Many suburbs, such as Howard County, have very little one-level housing, and officials want to keep productive, often civic-minded people from moving away, for more reasons than one.

"These are people who tend to contribute to the community - to serve on a lot of community boards - it's a great population to have," said Duane St. Clair, assistant administrator of Howard County's Office on Aging.

There's an even more pragmatic consideration, St. Clair said.

"They pay real estate taxes, yet their demand for services is lower because they don't have young children. It's a net plus on taxes," he said.

"You want to have a diverse community. What this allows you to do is stay in your neighborhood where your friends and your church are," deputy county planning director Marsha McLaughlin said about the county's proposed new Planned Senior Community District zone.

And senior housing can be tucked into smaller, leftover plots of land that builders have passed over before. Since the housing contains no school-age children, counties need not worry about the effect on classroom crowding.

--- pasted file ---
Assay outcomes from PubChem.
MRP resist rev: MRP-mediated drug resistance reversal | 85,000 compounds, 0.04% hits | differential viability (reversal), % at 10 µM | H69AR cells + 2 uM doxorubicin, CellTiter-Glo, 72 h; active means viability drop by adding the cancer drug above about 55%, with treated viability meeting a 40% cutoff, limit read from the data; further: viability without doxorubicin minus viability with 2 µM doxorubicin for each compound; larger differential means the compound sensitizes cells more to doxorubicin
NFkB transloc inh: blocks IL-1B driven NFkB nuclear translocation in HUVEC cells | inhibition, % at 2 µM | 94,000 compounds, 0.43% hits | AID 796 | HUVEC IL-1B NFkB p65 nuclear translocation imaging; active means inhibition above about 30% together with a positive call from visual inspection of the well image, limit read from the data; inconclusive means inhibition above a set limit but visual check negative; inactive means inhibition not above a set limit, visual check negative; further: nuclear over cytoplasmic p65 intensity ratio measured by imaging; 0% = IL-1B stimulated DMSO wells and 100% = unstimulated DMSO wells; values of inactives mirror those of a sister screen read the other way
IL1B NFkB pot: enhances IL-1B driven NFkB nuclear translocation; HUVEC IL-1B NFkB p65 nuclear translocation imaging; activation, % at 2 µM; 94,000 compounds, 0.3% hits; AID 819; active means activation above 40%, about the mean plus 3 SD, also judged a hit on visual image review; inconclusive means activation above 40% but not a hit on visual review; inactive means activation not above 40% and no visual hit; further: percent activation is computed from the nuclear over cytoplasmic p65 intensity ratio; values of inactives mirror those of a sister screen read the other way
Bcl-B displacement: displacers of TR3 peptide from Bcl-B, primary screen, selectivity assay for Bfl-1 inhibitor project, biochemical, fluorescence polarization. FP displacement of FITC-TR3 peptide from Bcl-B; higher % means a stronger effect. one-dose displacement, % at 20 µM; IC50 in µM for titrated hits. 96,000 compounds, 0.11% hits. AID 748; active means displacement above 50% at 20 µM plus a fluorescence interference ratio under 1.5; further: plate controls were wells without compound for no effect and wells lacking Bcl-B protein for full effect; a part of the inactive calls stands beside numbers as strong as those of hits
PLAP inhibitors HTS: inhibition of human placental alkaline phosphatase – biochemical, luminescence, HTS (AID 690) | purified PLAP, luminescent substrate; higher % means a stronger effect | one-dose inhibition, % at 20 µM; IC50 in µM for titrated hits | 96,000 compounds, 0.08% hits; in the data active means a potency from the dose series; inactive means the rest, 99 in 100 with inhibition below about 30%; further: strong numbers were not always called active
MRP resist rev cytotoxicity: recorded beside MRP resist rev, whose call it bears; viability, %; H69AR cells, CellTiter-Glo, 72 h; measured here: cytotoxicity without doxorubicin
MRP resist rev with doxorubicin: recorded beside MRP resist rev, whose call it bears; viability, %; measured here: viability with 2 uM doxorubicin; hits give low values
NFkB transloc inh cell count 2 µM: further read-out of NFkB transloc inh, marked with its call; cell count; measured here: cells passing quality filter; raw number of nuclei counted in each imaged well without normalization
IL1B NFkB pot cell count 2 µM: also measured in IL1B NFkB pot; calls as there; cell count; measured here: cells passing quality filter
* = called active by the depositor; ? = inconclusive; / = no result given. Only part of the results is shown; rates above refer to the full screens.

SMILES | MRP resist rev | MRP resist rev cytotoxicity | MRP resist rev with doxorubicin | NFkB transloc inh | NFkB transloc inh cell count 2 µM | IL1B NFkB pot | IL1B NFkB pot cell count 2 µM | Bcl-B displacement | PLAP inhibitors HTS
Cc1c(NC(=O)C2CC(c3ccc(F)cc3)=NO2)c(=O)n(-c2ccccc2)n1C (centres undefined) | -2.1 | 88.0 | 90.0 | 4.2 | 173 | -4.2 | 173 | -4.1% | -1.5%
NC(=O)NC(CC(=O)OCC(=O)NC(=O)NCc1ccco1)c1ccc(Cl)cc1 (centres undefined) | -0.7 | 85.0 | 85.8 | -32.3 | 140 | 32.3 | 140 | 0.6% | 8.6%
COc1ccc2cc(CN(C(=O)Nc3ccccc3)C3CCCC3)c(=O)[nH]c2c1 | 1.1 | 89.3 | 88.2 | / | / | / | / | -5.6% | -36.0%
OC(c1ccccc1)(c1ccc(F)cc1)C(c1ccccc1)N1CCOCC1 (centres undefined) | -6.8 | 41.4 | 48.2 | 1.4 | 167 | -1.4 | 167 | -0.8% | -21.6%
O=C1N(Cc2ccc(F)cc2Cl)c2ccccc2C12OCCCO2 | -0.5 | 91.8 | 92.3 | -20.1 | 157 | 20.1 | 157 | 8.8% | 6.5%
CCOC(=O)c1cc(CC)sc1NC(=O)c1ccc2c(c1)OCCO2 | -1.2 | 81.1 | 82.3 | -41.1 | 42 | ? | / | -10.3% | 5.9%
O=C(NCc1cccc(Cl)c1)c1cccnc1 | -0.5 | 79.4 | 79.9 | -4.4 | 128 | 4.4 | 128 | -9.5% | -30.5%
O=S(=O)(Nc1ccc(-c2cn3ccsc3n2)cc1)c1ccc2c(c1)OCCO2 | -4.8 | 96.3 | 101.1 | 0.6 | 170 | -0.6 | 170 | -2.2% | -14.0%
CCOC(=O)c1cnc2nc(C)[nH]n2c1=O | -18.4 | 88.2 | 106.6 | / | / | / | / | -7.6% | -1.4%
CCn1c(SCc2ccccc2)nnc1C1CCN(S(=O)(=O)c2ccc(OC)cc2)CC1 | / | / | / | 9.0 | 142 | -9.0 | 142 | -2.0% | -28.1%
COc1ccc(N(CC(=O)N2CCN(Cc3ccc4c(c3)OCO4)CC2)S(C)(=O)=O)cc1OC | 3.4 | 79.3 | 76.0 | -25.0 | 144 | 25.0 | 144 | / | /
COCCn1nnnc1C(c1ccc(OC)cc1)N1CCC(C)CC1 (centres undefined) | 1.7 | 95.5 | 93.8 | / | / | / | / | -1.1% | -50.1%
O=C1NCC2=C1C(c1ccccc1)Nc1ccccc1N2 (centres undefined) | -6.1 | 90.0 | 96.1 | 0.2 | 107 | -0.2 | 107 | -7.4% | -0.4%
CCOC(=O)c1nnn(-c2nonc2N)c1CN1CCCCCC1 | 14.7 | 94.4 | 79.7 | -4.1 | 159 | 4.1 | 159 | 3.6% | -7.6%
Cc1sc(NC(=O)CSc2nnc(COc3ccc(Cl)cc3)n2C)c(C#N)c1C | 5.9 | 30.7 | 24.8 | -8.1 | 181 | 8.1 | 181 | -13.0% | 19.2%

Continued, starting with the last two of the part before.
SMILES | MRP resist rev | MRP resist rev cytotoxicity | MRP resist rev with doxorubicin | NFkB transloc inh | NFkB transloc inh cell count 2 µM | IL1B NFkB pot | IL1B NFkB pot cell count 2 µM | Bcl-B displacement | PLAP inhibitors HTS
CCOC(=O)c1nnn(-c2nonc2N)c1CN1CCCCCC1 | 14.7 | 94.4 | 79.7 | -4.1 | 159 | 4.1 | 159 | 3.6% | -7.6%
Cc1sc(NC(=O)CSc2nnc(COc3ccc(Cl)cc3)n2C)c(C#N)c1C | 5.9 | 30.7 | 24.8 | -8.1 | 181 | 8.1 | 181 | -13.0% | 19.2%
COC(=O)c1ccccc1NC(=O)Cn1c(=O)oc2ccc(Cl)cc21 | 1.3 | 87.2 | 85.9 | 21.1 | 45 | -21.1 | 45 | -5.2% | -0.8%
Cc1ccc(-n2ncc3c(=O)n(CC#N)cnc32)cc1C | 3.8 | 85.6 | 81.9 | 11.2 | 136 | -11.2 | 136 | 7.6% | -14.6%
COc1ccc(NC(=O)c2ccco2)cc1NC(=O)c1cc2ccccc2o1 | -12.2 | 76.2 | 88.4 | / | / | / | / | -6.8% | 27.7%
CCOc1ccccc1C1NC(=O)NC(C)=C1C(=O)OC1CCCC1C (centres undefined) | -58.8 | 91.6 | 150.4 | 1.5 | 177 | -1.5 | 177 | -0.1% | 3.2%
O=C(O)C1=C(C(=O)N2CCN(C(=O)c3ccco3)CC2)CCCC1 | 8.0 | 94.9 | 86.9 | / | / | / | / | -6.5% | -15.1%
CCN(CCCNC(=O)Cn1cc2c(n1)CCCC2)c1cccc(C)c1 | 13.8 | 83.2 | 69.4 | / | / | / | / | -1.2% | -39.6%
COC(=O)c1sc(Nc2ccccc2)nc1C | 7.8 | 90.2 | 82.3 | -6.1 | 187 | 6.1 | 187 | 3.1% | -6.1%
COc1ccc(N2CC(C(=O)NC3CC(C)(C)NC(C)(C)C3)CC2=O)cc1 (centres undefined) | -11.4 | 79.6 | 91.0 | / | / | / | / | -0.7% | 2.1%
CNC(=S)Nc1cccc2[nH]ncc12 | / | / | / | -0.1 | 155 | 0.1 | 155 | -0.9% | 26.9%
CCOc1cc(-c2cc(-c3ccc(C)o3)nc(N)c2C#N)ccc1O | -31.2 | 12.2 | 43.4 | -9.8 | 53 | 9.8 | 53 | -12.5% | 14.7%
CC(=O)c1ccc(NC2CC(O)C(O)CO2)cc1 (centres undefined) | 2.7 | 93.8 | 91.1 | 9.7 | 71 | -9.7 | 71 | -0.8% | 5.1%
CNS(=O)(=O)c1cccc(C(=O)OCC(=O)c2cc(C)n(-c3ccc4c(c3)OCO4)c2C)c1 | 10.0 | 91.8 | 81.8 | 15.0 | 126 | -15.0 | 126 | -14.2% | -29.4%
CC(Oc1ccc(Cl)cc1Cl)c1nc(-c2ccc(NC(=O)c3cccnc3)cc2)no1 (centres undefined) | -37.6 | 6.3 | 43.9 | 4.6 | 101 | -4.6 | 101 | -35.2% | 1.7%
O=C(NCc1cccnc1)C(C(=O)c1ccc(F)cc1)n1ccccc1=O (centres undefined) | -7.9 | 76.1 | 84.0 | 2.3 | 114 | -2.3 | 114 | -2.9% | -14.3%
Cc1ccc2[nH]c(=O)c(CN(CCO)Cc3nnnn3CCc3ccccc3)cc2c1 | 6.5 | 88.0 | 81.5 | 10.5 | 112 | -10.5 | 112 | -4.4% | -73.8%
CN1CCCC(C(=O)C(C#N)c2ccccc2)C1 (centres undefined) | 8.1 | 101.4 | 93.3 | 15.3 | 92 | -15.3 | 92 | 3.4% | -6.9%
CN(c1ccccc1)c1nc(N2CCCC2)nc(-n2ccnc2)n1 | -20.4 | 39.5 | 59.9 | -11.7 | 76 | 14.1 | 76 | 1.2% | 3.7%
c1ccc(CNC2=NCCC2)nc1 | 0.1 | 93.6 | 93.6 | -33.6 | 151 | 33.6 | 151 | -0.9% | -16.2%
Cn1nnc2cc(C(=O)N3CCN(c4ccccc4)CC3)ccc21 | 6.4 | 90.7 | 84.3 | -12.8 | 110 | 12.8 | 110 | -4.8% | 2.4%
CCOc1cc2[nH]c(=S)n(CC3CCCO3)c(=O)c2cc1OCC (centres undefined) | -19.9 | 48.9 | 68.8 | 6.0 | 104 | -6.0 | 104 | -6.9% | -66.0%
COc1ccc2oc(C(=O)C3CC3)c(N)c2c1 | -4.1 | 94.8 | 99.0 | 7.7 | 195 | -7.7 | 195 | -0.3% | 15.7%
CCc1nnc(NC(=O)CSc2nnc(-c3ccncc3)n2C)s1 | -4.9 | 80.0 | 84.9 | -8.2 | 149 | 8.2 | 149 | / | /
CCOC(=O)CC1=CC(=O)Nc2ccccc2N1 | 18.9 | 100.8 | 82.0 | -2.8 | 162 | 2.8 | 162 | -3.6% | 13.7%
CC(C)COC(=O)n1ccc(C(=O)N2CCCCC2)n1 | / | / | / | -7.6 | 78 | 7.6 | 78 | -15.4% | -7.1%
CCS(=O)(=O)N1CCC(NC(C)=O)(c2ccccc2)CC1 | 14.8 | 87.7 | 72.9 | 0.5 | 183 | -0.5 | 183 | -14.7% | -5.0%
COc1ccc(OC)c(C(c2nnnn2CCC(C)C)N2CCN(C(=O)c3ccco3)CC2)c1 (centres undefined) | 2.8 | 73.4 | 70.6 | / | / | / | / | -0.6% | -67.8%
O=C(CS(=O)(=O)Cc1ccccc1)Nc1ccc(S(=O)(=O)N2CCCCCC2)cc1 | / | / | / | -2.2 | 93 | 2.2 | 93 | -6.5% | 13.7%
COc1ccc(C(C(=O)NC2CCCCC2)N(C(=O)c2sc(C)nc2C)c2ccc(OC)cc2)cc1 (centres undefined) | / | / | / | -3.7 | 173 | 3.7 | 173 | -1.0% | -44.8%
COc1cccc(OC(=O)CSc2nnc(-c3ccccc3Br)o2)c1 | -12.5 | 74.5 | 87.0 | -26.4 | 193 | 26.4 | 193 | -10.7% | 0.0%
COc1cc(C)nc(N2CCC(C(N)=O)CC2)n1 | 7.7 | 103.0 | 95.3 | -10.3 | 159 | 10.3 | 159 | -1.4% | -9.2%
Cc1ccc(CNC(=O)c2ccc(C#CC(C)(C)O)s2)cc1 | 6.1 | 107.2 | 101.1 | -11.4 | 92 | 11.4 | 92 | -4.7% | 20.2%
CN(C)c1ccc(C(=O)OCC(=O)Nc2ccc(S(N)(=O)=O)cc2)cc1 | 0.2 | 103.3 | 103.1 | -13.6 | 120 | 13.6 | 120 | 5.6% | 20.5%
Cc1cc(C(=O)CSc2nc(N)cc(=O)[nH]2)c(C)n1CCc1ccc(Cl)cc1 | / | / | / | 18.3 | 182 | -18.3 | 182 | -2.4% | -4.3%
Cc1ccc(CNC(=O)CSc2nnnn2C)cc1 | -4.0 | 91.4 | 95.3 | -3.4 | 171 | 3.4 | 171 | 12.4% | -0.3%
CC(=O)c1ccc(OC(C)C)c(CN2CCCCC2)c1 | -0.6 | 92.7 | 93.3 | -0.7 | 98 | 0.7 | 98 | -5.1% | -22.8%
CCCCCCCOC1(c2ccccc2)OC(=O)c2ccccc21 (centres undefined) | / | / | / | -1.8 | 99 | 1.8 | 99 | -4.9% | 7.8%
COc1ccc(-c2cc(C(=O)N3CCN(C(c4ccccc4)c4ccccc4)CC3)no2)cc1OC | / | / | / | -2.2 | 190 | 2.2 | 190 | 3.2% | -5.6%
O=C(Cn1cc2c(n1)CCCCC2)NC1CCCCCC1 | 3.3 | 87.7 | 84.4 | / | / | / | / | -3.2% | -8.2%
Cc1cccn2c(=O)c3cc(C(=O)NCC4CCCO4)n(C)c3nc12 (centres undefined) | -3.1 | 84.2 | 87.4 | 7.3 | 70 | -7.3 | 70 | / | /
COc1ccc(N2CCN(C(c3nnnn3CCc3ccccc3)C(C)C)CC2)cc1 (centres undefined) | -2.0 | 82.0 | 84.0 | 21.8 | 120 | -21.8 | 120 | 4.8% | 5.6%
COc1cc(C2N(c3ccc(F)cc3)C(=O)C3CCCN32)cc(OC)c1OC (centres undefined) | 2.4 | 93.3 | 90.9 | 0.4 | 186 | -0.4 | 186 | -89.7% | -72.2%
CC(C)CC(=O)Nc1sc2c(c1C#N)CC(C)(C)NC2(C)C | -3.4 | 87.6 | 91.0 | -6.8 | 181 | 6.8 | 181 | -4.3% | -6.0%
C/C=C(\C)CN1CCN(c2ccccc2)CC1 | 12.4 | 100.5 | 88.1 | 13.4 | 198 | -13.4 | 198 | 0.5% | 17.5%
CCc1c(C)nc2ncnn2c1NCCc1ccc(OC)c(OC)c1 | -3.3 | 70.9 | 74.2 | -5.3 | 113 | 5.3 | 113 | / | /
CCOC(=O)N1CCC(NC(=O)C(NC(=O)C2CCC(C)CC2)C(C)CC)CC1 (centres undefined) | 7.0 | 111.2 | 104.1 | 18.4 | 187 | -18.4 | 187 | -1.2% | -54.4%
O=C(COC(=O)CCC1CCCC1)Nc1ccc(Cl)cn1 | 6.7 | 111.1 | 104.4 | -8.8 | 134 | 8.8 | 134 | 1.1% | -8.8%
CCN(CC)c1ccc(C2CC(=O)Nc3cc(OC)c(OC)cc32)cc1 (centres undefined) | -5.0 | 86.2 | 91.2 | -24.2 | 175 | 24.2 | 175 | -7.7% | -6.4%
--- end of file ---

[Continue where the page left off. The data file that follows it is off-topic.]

"You've got a growing market and land the county won't let you build on for 10 years," because of school overcrowding, DeStefano said.

Hickory Crest in Columbia will fit 88 townhouses on an 18-acre site next to the Hickory Ridge village center. Half the units are already sold, said Bruce Harvey, chief financial officer of Patriot Homes.

As for DeStefano, most buyers at his Village at Waugh Chapel are coming from nearby, either in Columbia or elsewhere in Howard County. "Some are coming from out of town to be near their children," he said, and the average age is 62 to 65.

Not far from home

Emrath said that nationally, three-quarters of those in the 55-64 age bracket who move stay in the same state, and 50 percent remain in their home county.

"That group is very active and they're just looking to get rid of the back yard and the responsibility of the single-family home to live in a one-level, smaller home."